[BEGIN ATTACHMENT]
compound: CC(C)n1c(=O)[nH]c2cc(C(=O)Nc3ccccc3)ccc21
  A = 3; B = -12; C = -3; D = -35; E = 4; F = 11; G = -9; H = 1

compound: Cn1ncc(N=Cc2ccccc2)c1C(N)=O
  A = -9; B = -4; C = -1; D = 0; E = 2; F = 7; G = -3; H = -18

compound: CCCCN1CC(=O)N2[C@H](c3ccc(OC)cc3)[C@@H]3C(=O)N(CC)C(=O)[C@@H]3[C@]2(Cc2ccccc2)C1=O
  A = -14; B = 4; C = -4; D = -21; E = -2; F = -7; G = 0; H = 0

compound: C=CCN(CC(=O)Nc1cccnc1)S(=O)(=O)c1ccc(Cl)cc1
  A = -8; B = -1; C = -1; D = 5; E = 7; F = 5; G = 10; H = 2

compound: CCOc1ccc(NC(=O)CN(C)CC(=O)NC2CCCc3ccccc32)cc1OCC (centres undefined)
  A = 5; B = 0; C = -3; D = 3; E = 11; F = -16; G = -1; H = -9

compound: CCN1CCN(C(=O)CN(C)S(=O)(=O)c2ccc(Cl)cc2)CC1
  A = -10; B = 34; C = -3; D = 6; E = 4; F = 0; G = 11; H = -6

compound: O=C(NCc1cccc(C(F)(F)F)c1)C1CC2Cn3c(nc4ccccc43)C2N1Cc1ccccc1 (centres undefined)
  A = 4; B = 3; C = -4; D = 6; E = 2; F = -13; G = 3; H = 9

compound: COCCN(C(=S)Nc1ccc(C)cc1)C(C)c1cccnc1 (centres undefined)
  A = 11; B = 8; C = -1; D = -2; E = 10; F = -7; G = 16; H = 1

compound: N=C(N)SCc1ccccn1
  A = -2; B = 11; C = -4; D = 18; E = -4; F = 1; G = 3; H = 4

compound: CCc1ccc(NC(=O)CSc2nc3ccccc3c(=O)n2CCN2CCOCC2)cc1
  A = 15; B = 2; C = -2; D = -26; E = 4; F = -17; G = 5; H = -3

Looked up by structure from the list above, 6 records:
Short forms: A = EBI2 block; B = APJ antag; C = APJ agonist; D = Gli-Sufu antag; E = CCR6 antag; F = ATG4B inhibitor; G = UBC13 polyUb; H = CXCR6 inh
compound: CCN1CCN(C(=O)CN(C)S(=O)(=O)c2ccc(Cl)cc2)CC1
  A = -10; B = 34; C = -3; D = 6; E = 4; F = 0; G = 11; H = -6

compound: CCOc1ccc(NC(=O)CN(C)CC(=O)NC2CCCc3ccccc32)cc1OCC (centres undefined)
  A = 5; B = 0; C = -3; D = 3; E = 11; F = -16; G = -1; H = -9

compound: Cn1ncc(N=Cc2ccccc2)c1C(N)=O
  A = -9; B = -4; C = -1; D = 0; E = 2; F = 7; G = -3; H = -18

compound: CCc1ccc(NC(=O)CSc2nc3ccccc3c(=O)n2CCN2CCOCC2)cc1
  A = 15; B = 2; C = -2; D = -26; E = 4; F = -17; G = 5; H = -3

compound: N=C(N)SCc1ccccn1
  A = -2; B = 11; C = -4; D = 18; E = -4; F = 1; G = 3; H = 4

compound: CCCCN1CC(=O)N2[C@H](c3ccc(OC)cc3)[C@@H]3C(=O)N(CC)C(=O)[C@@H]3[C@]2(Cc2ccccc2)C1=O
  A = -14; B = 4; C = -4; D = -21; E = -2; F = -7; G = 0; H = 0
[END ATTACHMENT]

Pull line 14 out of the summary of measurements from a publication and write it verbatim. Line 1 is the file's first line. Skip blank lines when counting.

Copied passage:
  A = 4; B = 3; C = -4; D = 6; E = 2; F = -13; G = 3; H = 9